Munich Re has announced that it believes that drone, or unmanned aerial vehicles (UAVs), could become common practice for more than 40% of businesses within five years.
Forty-four per cent of risk managers surveyed by Munich Re believe that their own companies would consider the use of drones if regulations allowed with 76% saying they would invest in some form of drone-specific insurance, even if it wasn’t legally mandated.
Gerry Finley, senior vice president, casualty underwriting, Munich Reinsurance
America, said that the insurance industry is still evolving and has some way to go before it meets the emerging risks of clients.
“The drone insurance market is still evolving,” Finley said, “as the industry looks at ways to provide coverage for businesses that offer drone services to other entities, or for traditional industry segments that own and operate drones as an incidental part of their operations."
Finley noted that “the lack of credible loss information remains a critical issue for insurers as they seek out the best solutions for this emerging exposure for their clients and the public.”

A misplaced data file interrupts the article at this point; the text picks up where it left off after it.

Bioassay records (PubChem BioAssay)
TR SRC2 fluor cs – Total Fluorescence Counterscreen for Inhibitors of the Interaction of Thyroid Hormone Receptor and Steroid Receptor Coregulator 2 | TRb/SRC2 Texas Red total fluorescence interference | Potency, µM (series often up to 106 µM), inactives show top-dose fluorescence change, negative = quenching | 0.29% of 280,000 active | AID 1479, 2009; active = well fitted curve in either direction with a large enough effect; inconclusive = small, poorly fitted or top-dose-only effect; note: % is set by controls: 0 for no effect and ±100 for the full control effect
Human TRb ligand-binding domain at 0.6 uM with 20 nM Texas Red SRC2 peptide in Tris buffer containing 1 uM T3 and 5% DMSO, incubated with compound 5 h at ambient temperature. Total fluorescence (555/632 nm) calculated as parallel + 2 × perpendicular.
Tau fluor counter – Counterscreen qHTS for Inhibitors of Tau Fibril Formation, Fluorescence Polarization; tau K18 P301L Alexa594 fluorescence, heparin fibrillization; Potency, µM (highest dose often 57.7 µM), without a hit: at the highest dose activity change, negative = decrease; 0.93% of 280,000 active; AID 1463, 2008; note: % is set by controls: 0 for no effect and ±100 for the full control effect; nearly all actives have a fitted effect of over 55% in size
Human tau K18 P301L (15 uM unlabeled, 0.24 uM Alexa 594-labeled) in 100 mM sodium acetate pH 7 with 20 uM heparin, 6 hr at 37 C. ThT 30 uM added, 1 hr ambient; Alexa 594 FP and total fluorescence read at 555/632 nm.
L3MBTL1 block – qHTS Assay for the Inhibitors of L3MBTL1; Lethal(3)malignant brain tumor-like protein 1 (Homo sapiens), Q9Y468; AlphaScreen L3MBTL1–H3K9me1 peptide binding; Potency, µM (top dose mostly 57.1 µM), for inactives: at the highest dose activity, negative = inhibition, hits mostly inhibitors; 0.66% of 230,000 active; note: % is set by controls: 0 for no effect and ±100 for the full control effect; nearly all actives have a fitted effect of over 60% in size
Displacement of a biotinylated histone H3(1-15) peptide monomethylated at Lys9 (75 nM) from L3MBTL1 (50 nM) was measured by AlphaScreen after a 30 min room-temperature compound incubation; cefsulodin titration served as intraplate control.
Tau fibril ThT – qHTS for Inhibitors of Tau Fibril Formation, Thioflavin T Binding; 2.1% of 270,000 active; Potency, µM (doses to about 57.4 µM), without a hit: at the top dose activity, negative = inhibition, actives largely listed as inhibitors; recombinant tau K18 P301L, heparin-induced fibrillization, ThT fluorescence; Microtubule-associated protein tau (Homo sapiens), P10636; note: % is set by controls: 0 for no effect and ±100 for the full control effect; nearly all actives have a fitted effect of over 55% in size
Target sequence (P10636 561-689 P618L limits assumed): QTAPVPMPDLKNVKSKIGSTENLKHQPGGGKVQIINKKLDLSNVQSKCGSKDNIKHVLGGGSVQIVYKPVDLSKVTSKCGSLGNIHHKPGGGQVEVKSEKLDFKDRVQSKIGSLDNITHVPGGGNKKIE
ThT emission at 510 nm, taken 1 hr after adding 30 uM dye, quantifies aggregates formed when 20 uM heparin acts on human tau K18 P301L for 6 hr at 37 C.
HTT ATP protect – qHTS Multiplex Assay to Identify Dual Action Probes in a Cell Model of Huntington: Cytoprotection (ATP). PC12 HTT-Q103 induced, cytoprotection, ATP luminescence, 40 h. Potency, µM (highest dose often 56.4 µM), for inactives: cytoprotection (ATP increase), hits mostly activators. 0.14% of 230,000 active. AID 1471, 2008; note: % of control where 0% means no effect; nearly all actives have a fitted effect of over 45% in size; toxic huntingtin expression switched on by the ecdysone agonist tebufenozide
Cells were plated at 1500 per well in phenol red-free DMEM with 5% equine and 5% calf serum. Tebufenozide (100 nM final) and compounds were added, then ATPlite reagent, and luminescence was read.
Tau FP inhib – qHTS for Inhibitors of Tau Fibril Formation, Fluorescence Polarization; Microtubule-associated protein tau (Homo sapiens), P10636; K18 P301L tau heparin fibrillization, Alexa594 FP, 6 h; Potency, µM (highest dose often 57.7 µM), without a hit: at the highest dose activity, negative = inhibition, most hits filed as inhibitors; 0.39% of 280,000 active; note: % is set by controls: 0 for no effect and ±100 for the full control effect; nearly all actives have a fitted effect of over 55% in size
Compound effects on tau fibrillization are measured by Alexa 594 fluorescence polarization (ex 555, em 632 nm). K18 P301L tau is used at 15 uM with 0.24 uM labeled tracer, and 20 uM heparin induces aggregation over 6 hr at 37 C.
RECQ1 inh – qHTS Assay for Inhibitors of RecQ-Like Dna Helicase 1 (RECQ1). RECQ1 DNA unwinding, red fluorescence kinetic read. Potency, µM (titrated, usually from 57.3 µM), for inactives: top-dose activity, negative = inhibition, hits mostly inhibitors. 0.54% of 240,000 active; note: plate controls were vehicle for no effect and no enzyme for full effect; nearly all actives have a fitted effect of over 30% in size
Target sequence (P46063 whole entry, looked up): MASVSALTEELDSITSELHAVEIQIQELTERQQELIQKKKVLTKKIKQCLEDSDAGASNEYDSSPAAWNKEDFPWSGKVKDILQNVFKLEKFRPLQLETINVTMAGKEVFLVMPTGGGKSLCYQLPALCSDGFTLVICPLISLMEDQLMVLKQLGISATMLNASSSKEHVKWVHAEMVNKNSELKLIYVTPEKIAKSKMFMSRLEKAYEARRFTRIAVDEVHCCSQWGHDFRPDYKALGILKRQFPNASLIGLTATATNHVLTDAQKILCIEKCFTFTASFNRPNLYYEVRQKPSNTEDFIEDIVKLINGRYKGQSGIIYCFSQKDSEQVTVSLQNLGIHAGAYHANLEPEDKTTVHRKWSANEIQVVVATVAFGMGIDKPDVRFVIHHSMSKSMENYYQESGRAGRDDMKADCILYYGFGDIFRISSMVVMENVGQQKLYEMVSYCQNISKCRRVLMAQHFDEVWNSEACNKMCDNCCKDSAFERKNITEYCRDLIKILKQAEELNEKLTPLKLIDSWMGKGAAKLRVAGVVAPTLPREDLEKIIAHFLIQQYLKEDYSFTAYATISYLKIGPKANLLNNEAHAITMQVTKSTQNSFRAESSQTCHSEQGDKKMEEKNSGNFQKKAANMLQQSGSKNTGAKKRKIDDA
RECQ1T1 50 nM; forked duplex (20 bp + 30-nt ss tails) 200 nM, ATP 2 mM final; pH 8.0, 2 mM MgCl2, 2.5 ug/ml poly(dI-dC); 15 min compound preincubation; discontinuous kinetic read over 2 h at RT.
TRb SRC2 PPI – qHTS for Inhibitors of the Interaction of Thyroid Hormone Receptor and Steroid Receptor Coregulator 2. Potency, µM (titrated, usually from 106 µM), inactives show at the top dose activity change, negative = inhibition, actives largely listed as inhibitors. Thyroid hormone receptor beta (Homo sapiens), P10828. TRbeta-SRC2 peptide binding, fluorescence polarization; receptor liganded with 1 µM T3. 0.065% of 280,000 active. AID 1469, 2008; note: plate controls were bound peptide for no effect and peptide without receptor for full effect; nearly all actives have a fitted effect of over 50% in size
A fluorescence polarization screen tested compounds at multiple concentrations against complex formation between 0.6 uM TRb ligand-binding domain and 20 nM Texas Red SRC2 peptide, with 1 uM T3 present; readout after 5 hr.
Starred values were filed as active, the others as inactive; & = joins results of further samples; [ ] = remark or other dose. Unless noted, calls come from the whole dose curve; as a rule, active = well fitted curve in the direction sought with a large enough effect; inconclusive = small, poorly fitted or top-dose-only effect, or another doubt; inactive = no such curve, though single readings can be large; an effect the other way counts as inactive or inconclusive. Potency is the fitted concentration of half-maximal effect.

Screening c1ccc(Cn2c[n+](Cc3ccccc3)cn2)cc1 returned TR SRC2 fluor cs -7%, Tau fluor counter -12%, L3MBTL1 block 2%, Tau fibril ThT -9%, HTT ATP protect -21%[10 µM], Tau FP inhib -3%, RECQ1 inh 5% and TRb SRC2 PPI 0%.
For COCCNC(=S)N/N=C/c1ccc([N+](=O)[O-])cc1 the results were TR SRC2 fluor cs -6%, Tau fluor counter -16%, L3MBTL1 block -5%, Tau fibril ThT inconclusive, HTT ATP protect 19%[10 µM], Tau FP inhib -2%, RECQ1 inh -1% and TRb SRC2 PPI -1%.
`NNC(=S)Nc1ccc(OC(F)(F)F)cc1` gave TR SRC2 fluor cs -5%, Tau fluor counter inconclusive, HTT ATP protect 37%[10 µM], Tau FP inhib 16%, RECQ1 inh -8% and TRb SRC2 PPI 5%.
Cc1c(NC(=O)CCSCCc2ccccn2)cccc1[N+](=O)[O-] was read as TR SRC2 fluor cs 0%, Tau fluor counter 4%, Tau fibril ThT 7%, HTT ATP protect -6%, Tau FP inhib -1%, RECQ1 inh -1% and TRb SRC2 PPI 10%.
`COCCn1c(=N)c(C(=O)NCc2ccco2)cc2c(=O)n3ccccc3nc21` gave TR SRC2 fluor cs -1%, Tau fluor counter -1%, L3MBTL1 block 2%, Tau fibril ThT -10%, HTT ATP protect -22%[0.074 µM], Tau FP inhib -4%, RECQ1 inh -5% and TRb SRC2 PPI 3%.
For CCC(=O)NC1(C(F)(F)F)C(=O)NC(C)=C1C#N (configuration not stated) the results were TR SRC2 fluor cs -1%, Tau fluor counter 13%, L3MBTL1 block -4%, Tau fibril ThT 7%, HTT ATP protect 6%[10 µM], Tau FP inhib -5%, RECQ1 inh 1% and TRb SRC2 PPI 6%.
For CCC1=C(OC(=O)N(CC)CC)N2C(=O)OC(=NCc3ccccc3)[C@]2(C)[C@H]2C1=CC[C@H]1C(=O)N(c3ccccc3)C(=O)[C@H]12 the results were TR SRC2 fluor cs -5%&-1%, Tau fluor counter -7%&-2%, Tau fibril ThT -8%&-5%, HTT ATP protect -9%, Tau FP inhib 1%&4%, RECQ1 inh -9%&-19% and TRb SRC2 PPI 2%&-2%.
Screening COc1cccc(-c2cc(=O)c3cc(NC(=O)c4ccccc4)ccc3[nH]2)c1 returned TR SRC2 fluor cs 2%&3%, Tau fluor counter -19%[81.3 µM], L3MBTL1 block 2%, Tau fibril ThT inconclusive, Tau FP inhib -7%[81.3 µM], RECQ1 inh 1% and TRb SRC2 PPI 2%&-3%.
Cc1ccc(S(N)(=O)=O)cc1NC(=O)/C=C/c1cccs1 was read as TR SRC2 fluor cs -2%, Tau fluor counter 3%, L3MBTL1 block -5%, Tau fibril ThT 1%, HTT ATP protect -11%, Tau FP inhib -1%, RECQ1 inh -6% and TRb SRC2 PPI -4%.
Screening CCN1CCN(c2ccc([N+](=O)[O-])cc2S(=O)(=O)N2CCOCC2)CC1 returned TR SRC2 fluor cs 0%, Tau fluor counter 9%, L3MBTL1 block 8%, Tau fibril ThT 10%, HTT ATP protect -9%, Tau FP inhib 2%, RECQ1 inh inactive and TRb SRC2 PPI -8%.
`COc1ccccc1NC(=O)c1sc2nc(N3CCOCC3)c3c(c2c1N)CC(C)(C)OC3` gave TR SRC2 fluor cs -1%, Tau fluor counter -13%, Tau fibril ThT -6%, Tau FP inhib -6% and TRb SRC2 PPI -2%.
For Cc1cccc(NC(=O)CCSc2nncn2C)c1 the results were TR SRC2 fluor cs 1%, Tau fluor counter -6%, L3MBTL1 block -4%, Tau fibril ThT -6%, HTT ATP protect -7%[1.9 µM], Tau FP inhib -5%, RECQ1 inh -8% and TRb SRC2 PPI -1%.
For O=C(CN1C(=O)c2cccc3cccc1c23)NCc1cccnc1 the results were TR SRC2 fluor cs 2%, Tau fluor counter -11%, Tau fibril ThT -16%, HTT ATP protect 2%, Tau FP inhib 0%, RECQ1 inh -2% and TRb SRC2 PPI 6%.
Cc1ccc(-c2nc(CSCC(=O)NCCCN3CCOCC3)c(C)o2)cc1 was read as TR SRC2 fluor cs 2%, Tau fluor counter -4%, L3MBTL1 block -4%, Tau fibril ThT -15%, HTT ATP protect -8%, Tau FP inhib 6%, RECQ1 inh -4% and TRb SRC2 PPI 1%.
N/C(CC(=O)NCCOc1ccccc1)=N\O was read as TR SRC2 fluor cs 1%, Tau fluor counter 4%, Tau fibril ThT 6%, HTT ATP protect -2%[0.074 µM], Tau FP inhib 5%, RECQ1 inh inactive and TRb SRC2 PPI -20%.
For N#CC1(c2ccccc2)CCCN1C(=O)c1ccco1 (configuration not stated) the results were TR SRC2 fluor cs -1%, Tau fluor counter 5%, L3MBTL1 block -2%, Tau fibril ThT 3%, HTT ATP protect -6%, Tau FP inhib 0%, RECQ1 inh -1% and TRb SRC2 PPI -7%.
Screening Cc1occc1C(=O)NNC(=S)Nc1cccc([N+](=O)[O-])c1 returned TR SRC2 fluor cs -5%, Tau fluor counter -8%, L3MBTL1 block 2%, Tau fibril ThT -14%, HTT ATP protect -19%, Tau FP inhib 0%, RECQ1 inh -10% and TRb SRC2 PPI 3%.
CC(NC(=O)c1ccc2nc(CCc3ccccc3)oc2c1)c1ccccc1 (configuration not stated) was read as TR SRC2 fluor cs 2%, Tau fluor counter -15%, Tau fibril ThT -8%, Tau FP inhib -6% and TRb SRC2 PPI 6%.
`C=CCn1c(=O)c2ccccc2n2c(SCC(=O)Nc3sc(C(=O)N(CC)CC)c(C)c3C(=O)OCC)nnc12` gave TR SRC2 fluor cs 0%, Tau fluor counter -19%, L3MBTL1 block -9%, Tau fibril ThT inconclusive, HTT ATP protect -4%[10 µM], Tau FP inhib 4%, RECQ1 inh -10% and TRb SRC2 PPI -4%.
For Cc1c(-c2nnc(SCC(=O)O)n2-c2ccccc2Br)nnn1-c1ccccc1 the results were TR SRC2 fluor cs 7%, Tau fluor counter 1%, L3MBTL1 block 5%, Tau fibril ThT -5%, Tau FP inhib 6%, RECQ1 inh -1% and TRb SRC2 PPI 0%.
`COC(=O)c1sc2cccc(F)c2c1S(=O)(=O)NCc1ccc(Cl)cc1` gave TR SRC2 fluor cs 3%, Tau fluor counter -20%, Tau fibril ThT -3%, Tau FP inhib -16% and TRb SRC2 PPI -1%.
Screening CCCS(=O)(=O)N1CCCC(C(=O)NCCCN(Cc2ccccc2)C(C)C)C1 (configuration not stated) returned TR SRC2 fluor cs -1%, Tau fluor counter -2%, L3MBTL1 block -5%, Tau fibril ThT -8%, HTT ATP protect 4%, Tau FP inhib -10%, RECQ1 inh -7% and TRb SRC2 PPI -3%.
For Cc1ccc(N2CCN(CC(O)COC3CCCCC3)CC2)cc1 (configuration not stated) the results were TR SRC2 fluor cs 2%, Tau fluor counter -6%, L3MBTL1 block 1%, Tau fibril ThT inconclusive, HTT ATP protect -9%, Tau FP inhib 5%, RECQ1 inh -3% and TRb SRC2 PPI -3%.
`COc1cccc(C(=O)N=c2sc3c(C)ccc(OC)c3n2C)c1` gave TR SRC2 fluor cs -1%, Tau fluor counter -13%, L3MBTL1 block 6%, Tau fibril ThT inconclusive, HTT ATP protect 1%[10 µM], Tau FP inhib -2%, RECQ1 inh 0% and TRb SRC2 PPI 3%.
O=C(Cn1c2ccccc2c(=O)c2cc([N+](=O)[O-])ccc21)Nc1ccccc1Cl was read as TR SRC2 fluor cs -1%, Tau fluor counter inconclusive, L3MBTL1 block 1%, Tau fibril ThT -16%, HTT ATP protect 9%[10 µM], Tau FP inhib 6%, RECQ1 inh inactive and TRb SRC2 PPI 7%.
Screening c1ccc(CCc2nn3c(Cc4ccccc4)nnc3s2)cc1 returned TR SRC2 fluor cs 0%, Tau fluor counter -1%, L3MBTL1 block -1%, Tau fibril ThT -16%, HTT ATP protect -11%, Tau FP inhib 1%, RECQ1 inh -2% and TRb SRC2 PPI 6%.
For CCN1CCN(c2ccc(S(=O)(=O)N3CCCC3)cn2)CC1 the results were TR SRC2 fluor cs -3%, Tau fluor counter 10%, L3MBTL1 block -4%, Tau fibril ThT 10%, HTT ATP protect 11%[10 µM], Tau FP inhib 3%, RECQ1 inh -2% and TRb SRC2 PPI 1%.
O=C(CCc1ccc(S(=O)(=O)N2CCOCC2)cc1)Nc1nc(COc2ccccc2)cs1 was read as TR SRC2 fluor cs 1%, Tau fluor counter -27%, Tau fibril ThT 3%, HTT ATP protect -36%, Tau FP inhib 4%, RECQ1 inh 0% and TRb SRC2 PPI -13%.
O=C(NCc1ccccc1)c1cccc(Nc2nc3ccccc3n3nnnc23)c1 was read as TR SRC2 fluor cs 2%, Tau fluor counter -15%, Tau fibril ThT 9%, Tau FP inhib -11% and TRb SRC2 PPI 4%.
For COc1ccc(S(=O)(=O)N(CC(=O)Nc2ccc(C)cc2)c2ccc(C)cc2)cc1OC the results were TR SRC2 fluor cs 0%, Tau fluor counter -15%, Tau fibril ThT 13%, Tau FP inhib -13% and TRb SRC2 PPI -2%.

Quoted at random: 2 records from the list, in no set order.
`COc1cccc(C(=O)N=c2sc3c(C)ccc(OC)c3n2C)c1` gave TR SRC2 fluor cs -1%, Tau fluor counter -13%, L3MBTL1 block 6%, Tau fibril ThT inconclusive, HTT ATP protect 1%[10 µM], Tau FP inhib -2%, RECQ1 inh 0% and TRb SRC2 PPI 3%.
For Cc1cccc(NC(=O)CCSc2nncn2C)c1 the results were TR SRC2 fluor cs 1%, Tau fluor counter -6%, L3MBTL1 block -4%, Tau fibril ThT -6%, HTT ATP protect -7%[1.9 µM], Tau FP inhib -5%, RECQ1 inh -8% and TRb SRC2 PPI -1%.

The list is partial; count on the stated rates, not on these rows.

The Munich Re report comes after Marsh
also noted that the insurance industry is still coming to grips with the emerging risks that drones present.
Munich Re also noted that 69% of those surveyed believe that the greatest risk surrounding drone usuage are invasion of privacy issues, highlighting a key coverage gap.
Twelve per cent saw inadequate insurance as their major concern, 11% noted personal injury as a top priority while 8% highlighted property damage.
Finley noted that as drones become more common place, their uses will become clear in all manner of industries across a wide spectrum.
“Businesses have set their sights on new applications for drones that could speed product delivery, monitor crops or capture claims data among dozens of others uses,” Finley said.
“In some cases, drones will become a common aspect of an organisation’s operations. However, there are technical, legal, regulatory and risk management issues associated with drone use that must be addressed over time.”